Tennis star boosts breakfast at area school
By Jodie Wagner
Palm Beach Post Staff Writer
Wednesday, January 24, 2007
During the height of her professional sports career in the late 1990s, Anna Kournikova had one of the most recognizable faces in women's tennis.
Today, the 25-year-old Miami resident and two-time Australian Open doubles champion is noted more for her work with children than she is for her powerful ground strokes.
Kournikova, who retired from professional tennis in 2004, works with a variety of charities.
Most, like the Boys & Girls Clubs of America, focus on children.
"I'm really passionate about kids," she said. "That's my priority. That's the focus of the charity work that I do."
Recently, she has turned her attention toward the "got breakfast?" Foundation, and made her first appearance for the foundation in North Palm Beach.
Now in its second year, "got breakfast?" helps millions of students who qualify for free or reduced-price school breakfasts.
According to the foundation, 30 million children who attend public school in the United States participate in the National School Lunch Program. Yet, only 9.6 million of those kids also eat breakfast in school, despite the availability of federal money for them to do so.
The "got breakfast?" Foundation, which is made up of a coalition of public officials, community leaders, private organizations and personalities from around the country, is committed to making it easier for students who qualify for the National School Breakfast Program to receive breakfast in school.
Studies have shown that eating breakfast in school helps children improve their health and well-being and score better on tests.
"The funds are available," said Gary Davis, a "got breakfast?" partner and chief executive officer of New York-based East Side Entrees, which makes boxed breakfasts.
"There's just creating the motivation in the community, getting the principals, getting the administrators, getting the parents, getting the children involved, getting the message out there to participate."
Kournikova, he hopes, will play a big role in that.
The foundation approached her last year about joining its efforts to improve student health through participation in the National School Breakfast Program.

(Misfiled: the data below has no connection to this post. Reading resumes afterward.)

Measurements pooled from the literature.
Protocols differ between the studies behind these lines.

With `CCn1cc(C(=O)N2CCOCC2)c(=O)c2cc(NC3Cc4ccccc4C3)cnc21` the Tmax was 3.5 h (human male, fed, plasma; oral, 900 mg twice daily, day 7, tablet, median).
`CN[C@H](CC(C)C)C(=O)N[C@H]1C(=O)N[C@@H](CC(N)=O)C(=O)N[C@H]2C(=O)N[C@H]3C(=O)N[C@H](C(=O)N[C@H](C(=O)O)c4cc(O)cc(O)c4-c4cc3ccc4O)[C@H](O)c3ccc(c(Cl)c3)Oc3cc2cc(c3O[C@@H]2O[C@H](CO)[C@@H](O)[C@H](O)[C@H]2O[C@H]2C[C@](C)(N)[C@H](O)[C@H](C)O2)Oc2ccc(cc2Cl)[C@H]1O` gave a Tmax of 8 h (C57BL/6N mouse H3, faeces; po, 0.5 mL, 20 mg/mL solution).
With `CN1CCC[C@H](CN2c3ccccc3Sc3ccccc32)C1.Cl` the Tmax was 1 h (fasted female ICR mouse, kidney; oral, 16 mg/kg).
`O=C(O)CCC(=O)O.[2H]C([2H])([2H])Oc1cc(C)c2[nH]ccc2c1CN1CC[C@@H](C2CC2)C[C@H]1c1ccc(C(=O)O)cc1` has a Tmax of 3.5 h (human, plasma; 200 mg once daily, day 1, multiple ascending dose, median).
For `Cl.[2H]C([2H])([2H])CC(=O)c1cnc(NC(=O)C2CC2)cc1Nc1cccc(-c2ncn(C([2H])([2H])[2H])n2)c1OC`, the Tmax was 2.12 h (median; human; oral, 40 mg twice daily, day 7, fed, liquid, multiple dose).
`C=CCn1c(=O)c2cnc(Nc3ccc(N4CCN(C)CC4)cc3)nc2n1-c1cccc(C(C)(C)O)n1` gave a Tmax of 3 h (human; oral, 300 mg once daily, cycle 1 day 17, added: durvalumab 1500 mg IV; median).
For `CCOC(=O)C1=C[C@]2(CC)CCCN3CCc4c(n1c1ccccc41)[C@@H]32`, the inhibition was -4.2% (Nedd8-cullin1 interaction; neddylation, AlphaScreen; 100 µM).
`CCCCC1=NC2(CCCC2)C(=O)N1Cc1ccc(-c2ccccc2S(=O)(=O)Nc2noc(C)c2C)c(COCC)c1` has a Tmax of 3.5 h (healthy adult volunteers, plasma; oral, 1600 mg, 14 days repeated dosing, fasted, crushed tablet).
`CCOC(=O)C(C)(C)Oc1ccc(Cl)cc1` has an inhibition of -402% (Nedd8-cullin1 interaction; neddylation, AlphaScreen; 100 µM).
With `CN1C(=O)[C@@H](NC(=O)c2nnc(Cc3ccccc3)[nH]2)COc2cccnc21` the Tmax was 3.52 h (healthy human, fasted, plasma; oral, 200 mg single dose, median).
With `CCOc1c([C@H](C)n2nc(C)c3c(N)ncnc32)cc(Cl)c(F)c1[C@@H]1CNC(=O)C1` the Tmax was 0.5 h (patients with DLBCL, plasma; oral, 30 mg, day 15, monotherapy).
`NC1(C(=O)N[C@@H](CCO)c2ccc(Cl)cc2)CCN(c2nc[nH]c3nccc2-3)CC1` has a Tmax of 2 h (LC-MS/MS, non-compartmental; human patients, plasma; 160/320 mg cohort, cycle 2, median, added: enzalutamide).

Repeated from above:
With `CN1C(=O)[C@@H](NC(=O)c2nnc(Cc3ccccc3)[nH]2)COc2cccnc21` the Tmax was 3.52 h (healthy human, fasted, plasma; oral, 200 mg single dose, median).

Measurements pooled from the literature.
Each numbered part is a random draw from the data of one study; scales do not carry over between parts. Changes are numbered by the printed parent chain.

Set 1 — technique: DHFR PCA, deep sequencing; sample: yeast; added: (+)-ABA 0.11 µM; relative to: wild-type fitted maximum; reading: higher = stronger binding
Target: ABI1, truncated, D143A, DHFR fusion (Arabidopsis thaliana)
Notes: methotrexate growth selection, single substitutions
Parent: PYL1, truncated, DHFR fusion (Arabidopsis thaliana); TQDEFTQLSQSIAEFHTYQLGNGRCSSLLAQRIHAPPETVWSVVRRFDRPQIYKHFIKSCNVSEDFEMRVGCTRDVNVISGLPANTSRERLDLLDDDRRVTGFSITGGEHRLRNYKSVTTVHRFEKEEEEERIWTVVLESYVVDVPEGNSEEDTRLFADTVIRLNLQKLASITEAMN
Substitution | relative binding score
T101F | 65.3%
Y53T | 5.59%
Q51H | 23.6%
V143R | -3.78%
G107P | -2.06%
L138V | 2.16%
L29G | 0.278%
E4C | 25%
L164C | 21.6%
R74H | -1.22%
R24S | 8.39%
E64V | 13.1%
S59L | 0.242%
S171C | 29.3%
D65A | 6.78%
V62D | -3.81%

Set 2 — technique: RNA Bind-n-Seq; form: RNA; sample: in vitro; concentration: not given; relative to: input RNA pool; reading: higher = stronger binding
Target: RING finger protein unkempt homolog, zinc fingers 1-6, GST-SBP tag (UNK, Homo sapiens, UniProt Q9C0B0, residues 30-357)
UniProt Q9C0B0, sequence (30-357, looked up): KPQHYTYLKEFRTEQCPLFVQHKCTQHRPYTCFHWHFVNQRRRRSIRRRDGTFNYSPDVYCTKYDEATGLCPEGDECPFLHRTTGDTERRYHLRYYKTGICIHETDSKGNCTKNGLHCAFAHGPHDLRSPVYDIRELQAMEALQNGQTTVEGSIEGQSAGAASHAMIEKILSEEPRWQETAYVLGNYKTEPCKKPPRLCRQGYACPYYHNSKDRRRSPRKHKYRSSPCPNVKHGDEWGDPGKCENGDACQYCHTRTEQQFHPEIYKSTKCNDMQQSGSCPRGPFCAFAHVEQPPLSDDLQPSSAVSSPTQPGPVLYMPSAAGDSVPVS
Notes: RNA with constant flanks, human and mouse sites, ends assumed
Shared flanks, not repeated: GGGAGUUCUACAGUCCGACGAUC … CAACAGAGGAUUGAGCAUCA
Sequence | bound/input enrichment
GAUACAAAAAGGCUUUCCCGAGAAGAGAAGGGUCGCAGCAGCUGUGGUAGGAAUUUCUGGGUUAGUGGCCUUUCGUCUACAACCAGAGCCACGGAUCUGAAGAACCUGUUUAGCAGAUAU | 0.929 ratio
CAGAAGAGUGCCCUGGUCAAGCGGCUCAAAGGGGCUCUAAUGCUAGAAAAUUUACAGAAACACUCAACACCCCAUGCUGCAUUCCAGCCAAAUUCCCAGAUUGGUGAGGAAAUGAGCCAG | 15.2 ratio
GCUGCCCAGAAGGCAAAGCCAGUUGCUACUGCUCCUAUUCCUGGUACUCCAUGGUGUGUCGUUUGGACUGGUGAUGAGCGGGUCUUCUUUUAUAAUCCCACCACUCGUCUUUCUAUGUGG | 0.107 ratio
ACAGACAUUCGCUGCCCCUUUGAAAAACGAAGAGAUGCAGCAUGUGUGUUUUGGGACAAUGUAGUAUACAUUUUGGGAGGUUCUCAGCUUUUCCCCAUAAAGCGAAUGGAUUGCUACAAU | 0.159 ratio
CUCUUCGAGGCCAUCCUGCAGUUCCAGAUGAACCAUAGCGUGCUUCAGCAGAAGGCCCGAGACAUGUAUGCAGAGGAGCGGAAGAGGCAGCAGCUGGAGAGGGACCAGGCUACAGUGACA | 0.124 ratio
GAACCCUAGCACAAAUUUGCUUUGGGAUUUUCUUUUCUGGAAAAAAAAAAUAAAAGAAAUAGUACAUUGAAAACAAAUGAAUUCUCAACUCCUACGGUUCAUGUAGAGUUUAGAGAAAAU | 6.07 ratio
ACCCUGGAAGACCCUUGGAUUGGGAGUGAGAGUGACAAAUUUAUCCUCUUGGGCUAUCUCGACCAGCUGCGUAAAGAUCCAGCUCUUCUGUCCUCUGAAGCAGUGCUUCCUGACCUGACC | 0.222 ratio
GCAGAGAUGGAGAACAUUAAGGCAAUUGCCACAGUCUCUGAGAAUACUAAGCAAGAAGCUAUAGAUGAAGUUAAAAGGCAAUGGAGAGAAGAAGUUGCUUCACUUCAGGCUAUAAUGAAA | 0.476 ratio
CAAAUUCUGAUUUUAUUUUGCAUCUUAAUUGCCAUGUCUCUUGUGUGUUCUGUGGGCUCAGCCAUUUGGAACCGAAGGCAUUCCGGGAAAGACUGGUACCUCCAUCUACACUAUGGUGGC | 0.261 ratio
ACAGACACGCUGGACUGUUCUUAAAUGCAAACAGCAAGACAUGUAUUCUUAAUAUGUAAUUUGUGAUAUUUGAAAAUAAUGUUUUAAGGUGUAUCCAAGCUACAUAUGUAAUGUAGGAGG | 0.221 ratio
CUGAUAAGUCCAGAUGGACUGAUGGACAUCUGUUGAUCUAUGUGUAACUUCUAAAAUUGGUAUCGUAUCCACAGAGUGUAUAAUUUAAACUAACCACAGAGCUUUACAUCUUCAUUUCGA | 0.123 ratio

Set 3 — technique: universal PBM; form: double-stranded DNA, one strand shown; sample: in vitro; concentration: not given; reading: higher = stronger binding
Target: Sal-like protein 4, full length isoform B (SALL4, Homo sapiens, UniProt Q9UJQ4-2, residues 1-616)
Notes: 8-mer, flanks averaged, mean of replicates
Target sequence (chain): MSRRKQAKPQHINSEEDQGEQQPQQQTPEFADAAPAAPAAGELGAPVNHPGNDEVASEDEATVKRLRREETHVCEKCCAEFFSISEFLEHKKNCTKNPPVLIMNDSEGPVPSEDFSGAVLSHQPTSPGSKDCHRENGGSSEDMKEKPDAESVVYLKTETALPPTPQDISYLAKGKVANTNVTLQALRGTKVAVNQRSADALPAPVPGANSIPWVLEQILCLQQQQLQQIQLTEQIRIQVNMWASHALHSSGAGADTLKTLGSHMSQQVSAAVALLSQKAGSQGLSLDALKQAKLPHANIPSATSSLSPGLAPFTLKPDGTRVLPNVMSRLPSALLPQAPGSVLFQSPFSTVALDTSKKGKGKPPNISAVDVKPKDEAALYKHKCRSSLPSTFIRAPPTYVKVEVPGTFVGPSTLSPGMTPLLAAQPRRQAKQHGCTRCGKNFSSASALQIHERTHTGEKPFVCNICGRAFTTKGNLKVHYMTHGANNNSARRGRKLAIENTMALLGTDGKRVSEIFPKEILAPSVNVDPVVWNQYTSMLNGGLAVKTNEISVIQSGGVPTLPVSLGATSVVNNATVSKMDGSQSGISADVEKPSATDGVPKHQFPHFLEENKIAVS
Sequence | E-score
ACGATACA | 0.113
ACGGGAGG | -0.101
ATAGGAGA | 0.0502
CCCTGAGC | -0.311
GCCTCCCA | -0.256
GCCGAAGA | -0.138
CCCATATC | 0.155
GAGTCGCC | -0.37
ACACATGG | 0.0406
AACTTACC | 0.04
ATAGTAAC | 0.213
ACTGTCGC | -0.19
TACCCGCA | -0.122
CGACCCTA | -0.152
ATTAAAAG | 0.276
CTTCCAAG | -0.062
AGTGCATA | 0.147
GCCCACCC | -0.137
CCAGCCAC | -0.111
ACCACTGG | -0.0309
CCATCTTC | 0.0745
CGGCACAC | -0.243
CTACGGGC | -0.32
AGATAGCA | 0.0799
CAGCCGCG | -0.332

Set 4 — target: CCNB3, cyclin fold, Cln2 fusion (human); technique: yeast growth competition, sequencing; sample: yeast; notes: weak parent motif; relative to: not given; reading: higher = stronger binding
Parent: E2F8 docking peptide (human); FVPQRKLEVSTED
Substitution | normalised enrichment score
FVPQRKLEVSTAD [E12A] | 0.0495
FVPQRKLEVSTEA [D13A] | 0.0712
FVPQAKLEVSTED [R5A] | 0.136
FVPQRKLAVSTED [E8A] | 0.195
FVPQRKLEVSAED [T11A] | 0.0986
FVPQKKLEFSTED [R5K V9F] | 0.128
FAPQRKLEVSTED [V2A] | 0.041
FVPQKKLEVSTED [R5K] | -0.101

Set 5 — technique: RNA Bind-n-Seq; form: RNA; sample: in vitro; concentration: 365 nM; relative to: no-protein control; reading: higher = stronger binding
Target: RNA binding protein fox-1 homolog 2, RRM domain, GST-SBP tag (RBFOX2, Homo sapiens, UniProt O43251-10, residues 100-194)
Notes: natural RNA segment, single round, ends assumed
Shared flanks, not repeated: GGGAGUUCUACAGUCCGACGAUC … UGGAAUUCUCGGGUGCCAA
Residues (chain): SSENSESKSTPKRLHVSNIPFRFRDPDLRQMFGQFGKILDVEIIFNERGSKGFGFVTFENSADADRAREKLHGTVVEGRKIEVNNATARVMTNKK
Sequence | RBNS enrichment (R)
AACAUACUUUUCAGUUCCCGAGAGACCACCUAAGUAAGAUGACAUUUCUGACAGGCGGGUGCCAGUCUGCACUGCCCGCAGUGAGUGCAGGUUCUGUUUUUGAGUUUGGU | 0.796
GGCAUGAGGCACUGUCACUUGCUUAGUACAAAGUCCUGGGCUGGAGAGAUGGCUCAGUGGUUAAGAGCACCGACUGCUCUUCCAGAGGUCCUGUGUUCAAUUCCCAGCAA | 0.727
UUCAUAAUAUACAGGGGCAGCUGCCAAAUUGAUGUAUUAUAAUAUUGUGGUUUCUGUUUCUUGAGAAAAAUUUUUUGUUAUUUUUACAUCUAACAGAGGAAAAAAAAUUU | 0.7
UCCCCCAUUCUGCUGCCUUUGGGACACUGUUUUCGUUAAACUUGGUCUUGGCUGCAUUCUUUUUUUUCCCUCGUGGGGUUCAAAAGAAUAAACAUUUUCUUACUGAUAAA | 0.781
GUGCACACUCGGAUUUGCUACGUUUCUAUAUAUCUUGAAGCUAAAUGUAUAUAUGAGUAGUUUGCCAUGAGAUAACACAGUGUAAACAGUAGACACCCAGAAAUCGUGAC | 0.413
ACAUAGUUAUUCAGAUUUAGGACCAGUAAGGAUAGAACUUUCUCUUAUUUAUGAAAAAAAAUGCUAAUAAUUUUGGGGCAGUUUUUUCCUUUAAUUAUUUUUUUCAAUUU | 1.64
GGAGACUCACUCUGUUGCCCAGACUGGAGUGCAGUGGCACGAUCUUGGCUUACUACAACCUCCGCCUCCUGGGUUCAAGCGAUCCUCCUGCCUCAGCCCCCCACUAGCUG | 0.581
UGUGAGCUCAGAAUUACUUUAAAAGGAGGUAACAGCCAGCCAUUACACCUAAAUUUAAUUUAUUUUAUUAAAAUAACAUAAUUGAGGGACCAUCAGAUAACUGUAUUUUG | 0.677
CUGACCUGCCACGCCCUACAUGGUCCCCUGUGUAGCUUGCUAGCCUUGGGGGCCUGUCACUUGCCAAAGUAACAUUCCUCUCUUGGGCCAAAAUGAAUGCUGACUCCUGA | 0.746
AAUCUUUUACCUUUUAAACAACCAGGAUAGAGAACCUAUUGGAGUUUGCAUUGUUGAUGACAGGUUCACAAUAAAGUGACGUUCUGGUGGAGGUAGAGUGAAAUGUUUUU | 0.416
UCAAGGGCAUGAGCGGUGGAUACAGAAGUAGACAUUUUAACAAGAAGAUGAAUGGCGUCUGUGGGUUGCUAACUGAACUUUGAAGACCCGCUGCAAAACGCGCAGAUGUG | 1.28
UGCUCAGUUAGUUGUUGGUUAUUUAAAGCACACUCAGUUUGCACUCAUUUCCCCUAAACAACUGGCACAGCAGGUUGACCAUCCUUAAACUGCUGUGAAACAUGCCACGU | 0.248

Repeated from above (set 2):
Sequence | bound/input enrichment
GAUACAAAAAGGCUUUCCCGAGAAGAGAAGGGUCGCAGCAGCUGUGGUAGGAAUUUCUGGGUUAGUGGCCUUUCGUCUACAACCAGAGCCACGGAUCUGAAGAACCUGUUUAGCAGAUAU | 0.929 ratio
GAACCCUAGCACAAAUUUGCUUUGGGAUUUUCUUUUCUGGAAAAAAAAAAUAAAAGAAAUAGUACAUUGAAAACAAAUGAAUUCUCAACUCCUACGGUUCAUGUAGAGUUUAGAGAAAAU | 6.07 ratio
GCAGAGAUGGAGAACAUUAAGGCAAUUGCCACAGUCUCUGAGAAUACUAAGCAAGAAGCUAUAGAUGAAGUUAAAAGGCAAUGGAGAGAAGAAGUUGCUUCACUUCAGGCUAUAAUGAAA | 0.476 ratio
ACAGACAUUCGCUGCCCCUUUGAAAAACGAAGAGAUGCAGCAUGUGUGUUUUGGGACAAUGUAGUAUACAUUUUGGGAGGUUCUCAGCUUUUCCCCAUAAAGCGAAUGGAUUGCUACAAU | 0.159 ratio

Kournikova, a native of Moscow, accepted immediately.
"I thought this was the perfect opportunity for me to give my input and to help out and really be involved," she said. "It's very important for children to be nutritionally educated. Sports and nutrition go hand-in-hand. It's all connected. It's really important. The more educated and the more attention we bring to kids and their nutrition, the more likely they'll grow up much healthier and smarter and happier."
Kournikova made her first appearance on behalf of "got breakfast?" on Jan. 16 at North Palm Beach Elementary School.
Kournikova, who made her professional tennis debut at age 14, passed out cereal and juice boxes to fourth-grade students before presenting Principal Bill Thompson with a special "got breakfast?" award during a school assembly.
Thompson, a proponent of serving breakfast in the classrooms each morning, received special recognition from the "got breakfast?" Foundation for his commitment to improving student health by encouraging participation in the National School Breakfast Program.
"The principal has made all the difference," Davis said of Thompson.
"The school food-service department made it a priority to reach more children, but this particular principal made it his priority to provide breakfast in an alternate setting in the classroom. The numbers just went over the top when he did that."
Kournikova hopes they'll continue to rise as more educators, and parents, follow Thompson's lead.
"I just feel that everybody should get involved," she said.
"It's there, and we should just bring more attention to it. One of the most important things also is the parents, because at the end of the day, they have the most influence on the children.
"The schools and everybody around can try to do everything. But at the end of the day, it's up to the parents to really educate and push their kids and direct them toward the right thing."
Jodie Wagner is a sports writer for Neighborhood Post. She can be reached at (561) 820-4537. Faxes can be sent to (561) 837-8320.